IT Management Slideshow: Dirty Dozen: Inside 12 IT Disasters

By Ericka Chickowski  |  Posted 04-14-2009

Dirty Dozen: Inside 12 IT Disasters

The State of Texas partnered with IBM to consolidate data centers across the state. Service levels have dropped so low that many agencies gave IBM failing ratings and complained it was taking too long to perform routine tasks.

Dirty Dozen: Inside 12 IT Disasters

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What Went Wrong: Chalk this one up to poor project requirements and a lowest-bidder vendor pick.

Fallout: Texas Governor Rick Perry stepped forward in November 2008 and announced IBM was in jeopardy of losing the entire contract after it failed to back up certain critical systems.

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The ambitious plan to arm U.S. Census Bureau employees with handheld computers to compile and transmit 2010 census information to headquarters was mostly scrapped after almost two years of work.

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What Went Wrong: The culprit here was IT Project Enemy Number One: scope creep.

Fallout: The government agency spent more than $595 million on handhelds and must still resort to the pen-and-paper method of census taking next year.

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A rocky ERP initiative by firetruck-maker American La France set off enough inventory problems at the company to cause shortages in parts and disruption in production of new trucks.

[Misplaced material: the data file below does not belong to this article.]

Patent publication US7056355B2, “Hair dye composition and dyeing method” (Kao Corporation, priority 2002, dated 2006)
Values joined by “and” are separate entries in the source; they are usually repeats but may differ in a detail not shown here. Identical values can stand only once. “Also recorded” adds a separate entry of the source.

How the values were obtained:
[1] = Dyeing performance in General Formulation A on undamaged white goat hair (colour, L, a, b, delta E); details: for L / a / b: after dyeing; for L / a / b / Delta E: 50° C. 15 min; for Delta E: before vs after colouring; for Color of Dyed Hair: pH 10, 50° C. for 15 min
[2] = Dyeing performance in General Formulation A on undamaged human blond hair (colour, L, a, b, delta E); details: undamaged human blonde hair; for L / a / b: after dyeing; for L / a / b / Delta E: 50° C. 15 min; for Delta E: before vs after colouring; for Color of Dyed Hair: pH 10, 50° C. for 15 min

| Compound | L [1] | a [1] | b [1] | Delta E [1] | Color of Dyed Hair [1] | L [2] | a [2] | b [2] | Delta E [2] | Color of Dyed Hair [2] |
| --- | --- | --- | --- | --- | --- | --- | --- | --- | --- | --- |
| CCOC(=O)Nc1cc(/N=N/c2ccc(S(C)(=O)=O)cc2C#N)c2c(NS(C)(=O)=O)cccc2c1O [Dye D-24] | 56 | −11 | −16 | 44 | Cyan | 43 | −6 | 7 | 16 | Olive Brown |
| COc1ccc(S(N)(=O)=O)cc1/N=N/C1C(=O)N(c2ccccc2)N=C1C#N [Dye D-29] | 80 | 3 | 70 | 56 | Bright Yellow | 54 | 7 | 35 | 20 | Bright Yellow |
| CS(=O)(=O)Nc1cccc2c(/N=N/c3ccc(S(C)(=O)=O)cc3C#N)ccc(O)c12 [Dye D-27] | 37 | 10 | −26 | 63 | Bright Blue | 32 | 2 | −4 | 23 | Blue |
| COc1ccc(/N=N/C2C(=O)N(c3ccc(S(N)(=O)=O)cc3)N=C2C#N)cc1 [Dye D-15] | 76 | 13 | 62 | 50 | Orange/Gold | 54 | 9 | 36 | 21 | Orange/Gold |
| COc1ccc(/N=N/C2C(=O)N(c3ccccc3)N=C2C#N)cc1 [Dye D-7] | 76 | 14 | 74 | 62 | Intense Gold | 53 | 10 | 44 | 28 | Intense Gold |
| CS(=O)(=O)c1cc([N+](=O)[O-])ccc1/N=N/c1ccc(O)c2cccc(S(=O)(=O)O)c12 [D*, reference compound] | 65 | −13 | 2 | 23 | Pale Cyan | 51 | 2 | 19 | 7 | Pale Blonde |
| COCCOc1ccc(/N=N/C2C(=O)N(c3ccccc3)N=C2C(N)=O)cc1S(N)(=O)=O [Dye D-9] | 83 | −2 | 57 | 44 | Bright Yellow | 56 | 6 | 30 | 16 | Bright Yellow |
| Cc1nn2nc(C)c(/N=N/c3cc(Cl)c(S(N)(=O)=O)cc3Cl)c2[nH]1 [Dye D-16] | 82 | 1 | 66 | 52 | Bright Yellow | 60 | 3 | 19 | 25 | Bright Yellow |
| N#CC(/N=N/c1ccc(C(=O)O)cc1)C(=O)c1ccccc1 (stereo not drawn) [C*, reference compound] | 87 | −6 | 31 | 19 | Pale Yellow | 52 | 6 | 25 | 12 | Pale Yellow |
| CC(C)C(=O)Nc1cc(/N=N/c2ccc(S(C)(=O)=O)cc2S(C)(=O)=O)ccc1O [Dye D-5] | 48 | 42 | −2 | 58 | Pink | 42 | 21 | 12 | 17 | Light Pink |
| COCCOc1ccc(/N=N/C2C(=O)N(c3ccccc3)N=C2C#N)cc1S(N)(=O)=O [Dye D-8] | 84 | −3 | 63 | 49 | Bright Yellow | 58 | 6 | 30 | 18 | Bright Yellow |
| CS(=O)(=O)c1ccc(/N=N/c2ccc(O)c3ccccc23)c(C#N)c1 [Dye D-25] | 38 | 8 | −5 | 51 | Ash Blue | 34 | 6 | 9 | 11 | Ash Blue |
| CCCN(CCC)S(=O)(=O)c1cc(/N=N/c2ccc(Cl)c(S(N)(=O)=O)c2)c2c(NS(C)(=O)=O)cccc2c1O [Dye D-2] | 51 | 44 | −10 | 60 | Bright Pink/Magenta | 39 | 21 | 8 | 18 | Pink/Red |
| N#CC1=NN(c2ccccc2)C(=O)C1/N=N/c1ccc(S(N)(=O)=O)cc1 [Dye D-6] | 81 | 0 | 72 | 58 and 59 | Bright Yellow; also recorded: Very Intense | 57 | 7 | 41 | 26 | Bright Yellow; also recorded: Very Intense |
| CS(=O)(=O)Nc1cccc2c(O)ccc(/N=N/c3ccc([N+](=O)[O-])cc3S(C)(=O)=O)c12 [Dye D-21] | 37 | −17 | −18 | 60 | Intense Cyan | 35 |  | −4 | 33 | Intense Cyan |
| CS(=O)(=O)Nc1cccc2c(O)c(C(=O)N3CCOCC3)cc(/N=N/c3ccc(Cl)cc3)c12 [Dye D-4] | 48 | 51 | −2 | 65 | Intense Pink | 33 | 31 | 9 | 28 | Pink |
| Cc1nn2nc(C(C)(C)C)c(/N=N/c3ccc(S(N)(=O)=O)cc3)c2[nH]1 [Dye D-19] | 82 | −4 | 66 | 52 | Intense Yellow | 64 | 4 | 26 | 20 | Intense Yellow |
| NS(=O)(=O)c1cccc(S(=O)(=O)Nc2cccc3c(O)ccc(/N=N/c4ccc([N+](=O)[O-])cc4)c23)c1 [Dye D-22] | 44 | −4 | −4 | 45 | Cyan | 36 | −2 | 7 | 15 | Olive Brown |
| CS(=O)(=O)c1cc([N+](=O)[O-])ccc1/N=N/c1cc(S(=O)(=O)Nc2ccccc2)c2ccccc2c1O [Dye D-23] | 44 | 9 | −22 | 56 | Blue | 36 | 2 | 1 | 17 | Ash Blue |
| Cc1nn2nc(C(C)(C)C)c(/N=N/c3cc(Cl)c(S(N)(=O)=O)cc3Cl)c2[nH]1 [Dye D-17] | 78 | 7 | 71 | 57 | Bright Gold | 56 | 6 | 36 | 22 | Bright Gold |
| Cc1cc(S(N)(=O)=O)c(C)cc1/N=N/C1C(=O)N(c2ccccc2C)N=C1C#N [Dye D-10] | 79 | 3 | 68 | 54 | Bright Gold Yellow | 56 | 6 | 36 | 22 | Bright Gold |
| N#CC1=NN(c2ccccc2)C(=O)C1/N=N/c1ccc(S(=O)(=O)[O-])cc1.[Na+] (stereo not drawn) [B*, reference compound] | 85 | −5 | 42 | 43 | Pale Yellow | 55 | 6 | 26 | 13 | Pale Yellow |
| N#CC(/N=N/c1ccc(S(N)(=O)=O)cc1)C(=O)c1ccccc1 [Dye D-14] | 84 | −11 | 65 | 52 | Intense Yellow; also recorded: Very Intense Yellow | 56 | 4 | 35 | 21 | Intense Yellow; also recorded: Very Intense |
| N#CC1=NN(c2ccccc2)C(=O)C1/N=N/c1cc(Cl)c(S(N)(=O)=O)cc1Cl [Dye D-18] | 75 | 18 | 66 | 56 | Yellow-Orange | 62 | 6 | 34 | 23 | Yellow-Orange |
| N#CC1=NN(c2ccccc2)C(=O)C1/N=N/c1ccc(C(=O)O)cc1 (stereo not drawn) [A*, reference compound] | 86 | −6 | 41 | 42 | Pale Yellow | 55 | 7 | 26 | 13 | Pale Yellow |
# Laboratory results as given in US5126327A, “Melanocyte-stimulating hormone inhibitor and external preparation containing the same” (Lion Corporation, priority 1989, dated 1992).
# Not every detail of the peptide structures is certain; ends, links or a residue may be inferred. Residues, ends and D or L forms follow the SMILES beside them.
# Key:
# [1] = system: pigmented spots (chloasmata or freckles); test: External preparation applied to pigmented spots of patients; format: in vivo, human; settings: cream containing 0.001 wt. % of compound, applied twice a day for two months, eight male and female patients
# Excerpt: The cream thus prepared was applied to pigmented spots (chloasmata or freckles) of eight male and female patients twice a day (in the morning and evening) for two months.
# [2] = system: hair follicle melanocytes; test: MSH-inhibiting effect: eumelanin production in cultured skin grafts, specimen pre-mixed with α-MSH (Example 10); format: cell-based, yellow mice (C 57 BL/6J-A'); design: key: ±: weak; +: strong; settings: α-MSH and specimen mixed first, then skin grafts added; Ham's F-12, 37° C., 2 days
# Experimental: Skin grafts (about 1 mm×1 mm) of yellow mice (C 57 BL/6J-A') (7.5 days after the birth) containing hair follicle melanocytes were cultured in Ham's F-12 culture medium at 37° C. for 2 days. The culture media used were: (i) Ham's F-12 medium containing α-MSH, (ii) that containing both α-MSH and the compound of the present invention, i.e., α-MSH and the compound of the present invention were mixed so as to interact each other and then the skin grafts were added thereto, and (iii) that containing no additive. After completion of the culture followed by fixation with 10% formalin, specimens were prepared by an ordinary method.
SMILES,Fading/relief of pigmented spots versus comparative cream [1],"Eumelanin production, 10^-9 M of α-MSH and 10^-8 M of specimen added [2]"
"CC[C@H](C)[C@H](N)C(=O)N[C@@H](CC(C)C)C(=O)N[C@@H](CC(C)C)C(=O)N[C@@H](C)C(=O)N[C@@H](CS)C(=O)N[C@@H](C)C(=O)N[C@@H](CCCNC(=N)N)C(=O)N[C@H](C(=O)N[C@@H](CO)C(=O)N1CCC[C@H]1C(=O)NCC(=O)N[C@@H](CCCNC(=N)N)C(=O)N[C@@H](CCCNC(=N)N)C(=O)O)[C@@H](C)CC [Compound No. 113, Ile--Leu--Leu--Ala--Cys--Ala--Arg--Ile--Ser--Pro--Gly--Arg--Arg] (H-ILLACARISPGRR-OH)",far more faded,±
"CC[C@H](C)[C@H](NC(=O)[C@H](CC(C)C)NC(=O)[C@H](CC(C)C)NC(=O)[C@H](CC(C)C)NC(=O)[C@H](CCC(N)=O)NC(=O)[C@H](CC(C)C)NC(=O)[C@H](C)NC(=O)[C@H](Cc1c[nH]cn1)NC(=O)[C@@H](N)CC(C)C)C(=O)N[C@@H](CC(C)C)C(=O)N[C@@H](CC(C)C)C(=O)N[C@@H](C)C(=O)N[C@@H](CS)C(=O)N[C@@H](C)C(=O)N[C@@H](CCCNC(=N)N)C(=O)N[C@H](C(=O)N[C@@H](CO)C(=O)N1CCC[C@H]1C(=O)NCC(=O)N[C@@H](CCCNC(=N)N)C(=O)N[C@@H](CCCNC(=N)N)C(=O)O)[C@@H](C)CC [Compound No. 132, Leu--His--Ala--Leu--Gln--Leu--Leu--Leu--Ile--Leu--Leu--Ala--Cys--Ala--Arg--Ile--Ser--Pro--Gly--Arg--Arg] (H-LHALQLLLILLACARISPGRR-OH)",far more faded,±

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What Went Wrong: A rushed implementation after spinning off from Freightliner likely factored into the system's complications.

Fallout: The issues were so severe at American La France that it lost $56 million in revenue in 2007 and eventually had to file for bankruptcy in 2008.

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The Denver-based retail jewelry outfit Shane Co. experienced such a troubled ERP upgrade that costs ballooned from an estimated $10 million to over $36 million, causing major inventory problems in the process.

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What Went Wrong: Large cost and deadline overruns point to poor vendor selection and relationship management.

Fallout: Massive overstocks in the wrong products, combined with a faltering economy in 2007 and 2008 prompted losses that caused Shane Co. to file for bankruptcy in January.

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Difficulties merging commission-payment systems at Sprint and Nextel following their merger prevented thousands of employees from being paid their cut of sales for years.

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What Went Wrong: Bad technology implementation is made worse by an overcomplicated system for employees seeking back pay.

Fallout: Sprint-Nextel may now have to pay up to $5 million to more than 19,000 retail employees if these employees are successful in a class action suit filed in February 2008.

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A botched $95 million payroll system upgrade to SAP triggered errors on paychecks of thousands of LA Unified School District employees for months on end in 2007.

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What Went Wrong: Lack of leadership internally coupled with runaway consulting makes for a nightmare project.